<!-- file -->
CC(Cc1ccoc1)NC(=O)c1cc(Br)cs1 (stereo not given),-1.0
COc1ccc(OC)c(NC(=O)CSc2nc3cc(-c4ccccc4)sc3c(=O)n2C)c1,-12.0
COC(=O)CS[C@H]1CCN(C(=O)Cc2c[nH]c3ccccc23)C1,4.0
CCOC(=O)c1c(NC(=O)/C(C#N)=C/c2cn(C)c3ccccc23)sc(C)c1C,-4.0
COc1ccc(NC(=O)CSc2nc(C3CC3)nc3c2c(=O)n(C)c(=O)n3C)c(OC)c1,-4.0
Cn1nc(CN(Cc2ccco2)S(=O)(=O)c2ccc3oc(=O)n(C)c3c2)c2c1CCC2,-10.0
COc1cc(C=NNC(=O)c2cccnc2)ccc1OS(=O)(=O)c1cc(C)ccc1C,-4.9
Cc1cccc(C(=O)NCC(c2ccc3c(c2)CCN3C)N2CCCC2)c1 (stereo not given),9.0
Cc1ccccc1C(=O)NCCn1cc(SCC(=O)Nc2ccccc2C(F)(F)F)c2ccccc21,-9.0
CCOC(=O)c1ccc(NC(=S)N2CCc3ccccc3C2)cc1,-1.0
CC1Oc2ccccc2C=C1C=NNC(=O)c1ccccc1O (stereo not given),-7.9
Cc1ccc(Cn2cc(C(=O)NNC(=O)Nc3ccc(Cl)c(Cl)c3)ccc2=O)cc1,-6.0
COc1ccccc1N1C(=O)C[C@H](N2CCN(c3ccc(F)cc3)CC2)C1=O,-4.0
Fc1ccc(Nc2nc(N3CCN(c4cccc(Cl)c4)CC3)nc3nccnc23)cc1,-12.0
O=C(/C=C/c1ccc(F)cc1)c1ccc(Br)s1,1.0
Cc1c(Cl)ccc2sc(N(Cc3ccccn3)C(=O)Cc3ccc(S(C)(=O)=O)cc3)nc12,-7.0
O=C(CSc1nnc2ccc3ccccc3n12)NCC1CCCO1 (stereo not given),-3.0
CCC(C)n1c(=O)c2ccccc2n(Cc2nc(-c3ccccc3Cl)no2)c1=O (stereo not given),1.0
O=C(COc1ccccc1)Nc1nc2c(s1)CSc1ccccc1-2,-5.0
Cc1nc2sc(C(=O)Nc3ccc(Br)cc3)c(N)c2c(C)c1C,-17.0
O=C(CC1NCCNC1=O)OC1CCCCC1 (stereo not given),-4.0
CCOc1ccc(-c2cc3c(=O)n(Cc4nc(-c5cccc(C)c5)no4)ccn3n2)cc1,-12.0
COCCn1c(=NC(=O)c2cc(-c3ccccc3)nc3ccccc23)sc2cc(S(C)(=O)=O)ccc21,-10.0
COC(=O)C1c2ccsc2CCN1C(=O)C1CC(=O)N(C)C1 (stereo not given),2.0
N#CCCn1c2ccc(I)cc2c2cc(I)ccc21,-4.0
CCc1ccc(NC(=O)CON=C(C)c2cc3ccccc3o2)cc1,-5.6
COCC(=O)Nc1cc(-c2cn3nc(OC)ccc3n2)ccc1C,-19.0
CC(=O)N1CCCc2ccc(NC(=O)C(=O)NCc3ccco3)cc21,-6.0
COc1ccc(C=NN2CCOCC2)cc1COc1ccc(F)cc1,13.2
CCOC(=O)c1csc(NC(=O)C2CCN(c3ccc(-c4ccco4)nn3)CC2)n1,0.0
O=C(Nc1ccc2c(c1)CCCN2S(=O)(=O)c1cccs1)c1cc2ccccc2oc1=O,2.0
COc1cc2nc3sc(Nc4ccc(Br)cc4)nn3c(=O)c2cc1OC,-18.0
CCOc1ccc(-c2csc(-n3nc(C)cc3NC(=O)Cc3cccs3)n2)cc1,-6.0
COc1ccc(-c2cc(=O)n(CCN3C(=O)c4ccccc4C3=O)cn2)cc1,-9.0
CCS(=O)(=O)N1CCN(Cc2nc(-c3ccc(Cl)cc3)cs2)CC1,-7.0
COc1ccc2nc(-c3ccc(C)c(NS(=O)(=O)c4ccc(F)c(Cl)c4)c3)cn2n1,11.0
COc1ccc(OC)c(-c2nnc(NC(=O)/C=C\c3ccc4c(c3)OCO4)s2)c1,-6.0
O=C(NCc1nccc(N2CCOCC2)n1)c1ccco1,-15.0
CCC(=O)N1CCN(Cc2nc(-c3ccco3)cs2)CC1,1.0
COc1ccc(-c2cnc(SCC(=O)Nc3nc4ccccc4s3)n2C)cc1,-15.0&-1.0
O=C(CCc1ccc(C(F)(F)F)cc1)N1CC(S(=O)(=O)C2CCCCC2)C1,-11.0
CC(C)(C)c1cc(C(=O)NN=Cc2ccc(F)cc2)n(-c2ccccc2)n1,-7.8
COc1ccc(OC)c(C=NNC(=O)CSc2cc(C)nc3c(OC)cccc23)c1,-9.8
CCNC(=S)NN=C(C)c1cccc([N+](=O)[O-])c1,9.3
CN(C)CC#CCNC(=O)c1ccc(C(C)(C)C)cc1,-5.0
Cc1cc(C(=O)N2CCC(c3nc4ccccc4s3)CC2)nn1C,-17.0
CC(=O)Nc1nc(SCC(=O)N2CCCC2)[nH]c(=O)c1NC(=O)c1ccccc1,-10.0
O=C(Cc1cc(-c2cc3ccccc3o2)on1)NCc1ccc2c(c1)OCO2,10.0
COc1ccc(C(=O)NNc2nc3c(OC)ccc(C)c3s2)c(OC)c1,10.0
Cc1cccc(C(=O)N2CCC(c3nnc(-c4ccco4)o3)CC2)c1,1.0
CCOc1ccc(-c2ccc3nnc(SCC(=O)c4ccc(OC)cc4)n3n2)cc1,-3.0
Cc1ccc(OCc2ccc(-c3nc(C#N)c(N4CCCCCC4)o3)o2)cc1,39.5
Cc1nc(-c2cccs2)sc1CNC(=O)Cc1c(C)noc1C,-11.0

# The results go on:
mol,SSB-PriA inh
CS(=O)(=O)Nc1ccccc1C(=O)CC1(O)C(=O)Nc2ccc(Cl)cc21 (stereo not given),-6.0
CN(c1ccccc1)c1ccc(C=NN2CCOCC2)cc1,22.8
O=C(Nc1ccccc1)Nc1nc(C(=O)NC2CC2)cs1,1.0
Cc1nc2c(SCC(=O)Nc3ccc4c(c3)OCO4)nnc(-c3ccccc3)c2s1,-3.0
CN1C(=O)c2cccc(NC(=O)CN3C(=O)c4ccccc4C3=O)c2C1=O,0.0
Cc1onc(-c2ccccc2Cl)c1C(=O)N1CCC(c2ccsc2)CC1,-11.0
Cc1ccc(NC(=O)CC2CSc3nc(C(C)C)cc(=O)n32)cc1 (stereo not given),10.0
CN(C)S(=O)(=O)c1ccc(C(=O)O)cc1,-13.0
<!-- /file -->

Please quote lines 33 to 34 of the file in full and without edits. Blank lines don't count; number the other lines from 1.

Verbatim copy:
CCOc1ccc(-c2csc(-n3nc(C)cc3NC(=O)Cc3cccs3)n2)cc1,-6.0
COc1ccc(-c2cc(=O)n(CCN3C(=O)c4ccccc4C3=O)cn2)cc1,-9.0